Los Angeles Union-Friendly Candidates Lose Races
On Tuesday, labor saw two of their candidates lose important races.
In Long Beach, 7th District City Councilwoman Tonia Reyes Uranga lost her seat to a younger opponent, James Jones. Uranga had been a key ally to unions trying to gain political power in that city. Union members from Los Angeles had been sent to Long Beach to canvas for Uranga, but they faced an uphill battle in a city where business interest take priority at council meetings.
Jones, 32, ran on a platform of fiscal responsibility, while Uranga focused her campaign on creating more jobs in Long Beach. Unions and labor-friendly coalitions were pushing for many months to get Uranga, a write-in candidate, to move their agenda forward and pass a ‘living wage’ ordinance for hotel workers in that city. Uranga has been no stranger at hotel worker rallies in the past year.
Another woman who lost her bid for higher office was Los Angeles City Councilwoman Janice Hahn. Hahn ran against San Francisco Mayor Gavin Newsom in the democratic primary for California lieutenant governor.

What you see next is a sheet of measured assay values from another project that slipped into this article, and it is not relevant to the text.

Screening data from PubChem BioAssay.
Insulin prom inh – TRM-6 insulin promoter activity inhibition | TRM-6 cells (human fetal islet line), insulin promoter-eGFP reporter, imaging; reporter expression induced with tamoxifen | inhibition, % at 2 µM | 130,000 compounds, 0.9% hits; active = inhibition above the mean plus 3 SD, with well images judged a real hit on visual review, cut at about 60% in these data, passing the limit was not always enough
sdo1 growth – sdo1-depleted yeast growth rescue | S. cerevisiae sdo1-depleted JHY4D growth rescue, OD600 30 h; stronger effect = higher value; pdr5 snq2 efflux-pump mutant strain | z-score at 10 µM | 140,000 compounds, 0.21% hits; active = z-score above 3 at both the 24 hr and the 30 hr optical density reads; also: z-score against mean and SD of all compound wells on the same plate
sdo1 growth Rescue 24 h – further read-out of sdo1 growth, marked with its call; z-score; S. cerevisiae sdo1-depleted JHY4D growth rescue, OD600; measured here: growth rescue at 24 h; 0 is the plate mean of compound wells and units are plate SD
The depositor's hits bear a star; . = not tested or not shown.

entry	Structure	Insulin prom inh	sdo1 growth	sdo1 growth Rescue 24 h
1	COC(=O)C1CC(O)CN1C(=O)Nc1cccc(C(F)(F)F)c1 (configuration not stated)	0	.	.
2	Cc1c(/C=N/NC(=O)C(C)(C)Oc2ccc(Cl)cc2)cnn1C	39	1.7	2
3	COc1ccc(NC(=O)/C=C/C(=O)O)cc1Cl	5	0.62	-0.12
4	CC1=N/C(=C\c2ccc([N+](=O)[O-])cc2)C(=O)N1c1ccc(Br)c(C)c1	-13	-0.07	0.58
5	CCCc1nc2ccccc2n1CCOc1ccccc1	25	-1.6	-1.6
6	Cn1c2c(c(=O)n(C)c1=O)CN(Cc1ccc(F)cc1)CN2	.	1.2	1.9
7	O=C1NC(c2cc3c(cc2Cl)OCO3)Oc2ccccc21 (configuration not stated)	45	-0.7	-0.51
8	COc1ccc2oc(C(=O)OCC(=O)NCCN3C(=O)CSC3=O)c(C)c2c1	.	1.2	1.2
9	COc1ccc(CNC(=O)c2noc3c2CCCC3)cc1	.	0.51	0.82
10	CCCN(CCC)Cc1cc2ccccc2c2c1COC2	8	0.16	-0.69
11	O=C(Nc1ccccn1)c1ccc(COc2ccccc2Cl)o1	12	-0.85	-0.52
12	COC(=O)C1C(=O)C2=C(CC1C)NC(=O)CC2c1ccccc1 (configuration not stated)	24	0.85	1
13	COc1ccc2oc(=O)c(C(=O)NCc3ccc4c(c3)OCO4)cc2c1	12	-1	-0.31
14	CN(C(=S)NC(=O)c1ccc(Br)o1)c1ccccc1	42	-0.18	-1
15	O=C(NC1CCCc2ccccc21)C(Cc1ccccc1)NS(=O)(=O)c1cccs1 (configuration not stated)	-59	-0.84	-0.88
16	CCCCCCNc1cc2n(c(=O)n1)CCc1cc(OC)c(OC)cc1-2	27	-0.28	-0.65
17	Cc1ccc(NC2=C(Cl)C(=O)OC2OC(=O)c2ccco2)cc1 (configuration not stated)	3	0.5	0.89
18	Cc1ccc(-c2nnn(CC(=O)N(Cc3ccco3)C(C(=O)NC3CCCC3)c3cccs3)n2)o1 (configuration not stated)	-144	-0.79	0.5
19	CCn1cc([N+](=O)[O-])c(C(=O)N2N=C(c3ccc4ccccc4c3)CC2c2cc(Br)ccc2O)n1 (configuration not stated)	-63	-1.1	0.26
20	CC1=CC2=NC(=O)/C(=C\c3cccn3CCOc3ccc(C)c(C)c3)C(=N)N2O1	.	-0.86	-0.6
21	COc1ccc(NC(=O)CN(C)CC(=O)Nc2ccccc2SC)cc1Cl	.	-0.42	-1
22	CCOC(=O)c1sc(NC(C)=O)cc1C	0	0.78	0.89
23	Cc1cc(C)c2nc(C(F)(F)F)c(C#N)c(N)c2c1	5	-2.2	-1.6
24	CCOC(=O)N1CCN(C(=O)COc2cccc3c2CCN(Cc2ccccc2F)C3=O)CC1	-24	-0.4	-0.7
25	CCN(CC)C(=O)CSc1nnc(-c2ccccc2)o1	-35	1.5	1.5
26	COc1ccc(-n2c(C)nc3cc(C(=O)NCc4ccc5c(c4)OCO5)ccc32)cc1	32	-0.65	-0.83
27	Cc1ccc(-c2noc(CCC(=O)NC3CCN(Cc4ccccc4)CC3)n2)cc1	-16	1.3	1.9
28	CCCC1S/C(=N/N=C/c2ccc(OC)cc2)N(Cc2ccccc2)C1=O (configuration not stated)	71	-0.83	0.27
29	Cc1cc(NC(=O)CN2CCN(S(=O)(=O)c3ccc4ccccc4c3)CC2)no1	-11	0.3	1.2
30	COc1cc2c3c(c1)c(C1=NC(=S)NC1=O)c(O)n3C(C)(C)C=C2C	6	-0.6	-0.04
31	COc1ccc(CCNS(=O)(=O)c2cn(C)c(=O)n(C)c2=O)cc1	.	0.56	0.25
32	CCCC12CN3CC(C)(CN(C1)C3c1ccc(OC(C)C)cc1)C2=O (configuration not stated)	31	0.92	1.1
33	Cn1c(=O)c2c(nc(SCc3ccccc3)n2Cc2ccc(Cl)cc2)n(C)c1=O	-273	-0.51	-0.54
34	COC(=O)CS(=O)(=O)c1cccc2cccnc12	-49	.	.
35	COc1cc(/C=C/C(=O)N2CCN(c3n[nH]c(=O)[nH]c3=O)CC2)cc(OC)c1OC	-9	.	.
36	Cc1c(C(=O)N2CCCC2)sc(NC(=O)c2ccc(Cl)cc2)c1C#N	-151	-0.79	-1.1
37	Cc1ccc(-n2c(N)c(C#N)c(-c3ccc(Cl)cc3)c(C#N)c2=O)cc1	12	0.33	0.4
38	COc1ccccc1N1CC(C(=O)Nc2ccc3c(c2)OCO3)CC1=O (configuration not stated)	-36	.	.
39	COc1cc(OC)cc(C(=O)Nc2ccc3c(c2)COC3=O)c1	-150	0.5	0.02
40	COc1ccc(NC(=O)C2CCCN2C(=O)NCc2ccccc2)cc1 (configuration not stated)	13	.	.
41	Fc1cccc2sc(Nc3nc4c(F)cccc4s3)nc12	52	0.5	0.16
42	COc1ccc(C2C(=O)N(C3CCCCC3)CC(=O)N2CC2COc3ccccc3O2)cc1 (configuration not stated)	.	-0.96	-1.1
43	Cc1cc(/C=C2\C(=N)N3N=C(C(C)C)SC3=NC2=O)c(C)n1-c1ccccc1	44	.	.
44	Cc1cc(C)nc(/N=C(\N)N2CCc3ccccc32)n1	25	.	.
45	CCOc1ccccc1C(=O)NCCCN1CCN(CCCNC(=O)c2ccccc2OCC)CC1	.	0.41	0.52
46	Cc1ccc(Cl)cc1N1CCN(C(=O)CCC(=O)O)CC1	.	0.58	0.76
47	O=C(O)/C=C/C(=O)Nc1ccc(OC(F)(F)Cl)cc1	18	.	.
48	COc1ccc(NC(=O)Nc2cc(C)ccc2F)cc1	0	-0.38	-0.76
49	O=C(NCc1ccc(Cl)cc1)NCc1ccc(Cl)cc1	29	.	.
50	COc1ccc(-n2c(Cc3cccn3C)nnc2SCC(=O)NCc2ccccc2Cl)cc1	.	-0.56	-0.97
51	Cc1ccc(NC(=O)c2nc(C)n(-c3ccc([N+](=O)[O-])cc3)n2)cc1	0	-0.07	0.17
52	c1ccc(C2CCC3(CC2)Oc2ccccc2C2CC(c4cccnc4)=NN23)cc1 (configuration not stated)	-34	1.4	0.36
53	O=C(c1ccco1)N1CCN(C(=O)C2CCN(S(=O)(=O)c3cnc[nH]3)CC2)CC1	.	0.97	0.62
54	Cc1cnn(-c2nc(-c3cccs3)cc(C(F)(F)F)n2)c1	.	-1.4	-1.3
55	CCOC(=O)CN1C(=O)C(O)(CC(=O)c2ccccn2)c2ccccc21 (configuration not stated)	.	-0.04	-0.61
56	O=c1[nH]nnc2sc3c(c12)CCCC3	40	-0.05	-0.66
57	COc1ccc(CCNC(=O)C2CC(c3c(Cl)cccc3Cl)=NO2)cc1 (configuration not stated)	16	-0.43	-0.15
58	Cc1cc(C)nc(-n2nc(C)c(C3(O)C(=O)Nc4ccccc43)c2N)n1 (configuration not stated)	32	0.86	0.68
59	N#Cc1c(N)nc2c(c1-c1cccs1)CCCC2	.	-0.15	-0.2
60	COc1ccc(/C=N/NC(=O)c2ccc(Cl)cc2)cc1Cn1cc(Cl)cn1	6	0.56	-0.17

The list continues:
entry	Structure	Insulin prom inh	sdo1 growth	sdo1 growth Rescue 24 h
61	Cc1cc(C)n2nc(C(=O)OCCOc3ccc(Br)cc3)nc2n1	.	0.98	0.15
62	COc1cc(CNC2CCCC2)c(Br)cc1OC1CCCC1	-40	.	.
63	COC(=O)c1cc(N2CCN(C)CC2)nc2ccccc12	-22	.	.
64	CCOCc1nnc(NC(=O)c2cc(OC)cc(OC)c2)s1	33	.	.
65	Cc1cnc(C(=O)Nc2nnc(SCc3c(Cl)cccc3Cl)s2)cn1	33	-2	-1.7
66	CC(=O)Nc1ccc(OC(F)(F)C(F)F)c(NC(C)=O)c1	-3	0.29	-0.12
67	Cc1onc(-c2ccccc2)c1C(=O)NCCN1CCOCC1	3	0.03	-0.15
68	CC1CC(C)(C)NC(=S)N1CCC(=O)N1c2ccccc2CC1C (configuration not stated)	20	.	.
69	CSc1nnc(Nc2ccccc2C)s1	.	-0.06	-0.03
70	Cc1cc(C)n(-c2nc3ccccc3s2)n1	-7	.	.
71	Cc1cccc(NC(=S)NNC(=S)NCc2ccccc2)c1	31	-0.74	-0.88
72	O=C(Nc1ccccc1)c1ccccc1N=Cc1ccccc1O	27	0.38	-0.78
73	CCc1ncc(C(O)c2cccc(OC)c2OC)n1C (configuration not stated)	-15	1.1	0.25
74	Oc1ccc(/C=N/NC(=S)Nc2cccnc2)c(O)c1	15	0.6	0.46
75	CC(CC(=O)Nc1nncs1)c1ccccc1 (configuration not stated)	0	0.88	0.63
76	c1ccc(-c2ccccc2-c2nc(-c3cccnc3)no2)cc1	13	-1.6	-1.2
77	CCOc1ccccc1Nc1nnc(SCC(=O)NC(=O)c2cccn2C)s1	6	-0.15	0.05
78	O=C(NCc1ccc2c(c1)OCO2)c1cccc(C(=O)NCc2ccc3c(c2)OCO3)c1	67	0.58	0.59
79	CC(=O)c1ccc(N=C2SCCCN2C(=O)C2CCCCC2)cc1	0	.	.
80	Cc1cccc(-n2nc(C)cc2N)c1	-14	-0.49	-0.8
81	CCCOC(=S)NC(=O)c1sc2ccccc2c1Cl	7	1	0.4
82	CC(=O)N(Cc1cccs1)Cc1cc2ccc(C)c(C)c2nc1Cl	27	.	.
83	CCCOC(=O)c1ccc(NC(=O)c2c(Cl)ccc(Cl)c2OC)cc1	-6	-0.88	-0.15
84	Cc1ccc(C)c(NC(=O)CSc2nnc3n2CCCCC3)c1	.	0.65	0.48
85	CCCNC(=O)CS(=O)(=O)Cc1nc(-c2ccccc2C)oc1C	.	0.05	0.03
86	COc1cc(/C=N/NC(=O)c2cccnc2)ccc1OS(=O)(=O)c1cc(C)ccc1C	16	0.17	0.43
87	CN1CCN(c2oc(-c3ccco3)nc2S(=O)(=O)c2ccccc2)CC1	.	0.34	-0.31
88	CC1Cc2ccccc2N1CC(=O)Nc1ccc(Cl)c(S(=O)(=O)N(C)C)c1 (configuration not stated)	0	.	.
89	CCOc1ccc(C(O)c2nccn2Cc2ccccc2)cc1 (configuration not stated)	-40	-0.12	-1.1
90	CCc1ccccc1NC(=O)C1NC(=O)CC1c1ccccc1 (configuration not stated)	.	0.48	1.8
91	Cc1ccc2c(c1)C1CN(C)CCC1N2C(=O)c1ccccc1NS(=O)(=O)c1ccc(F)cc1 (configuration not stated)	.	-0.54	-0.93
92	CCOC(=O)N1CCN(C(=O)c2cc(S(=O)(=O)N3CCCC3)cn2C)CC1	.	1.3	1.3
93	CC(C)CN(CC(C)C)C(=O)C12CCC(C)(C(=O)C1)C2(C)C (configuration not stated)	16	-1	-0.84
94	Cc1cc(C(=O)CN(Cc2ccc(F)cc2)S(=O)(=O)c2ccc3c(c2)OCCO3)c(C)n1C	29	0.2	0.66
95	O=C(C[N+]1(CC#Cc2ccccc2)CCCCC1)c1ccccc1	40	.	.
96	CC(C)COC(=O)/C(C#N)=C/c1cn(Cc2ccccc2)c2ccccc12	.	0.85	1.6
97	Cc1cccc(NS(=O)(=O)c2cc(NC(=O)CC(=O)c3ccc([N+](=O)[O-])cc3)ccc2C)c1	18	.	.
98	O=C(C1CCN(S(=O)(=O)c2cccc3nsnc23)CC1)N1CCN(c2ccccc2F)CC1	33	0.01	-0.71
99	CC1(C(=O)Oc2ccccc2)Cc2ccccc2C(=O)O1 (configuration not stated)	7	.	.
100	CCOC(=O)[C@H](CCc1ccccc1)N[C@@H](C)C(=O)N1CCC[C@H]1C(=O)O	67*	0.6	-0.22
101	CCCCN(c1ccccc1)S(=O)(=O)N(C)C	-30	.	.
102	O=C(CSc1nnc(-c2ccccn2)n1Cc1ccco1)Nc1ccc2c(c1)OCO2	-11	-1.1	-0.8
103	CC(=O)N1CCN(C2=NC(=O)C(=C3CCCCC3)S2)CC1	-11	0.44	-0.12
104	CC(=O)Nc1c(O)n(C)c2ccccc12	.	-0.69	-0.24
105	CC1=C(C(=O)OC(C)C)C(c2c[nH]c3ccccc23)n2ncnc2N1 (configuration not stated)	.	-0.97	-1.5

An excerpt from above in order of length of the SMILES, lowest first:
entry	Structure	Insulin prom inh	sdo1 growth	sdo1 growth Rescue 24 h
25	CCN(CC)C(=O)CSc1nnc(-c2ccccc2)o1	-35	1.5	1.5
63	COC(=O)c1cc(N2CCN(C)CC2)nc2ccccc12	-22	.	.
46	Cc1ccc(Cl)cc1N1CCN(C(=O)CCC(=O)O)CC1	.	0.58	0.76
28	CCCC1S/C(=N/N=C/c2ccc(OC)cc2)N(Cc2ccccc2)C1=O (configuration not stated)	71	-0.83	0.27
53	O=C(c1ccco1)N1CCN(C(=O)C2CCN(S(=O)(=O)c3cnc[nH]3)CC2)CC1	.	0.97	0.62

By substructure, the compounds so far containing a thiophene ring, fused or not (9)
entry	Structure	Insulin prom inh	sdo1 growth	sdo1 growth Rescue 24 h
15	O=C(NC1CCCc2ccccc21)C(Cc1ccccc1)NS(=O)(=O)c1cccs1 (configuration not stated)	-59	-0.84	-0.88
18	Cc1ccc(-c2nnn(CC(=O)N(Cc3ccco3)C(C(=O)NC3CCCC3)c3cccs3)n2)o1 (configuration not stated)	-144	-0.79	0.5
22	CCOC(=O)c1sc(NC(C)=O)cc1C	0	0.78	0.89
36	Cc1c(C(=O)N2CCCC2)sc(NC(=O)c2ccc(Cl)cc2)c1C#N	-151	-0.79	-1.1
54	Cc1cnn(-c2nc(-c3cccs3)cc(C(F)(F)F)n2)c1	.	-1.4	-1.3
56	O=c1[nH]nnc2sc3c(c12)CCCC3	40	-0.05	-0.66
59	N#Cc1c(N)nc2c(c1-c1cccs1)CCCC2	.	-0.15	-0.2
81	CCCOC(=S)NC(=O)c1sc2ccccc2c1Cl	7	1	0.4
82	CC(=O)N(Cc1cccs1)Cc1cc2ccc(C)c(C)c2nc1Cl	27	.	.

Hahn has been a very labor-friendly politician who boasts about her record of helping to pass a ‘living wage’ ordinance for hotel workers near the Los Angeles International Airport. She has also been very involved in supporting the Teamsters’ campaign to organize port truck drivers at the Ports of Los Angeles and Long Beach.
But Hahn’s record with the unions didn’t get her the votes she needed to beat Newsom. Her popularity seems to be limited to Los Angeles.
But labor groups have had victories in the past that are bound to pay off. Before becoming U.S. Secretary of Labor, Hilda Solis had enjoyed the support of unions for her bids to the California State Assembly, the State Senate, then later on to the US Congress. The labor movement has been gaining momentum in Los Angeles during recent years and their ability to mobilize union members to help elect politicians like Hahn and Mayor Antonio Villaraigosa has been unprecedented.
But the lost opportunities to have an ally like Hahn in Sacramento and a more progressive councilwoman in Long Beach raises the question of, how much longer will labor be able to fight for their candidates?
With Gubernatorial Candidate Meg Whitman facing off the Democratic Jerry Brown, and with Carly Fiorina eager to take Barbara Boxer’s seat, California will be a fun state to monitor this November. It’s unclear how involved labor will get in those elections since it concentrates more in local races, but this would be a great opportunity for the movement to show if its muscle is getting stronger or if it’s weakening.
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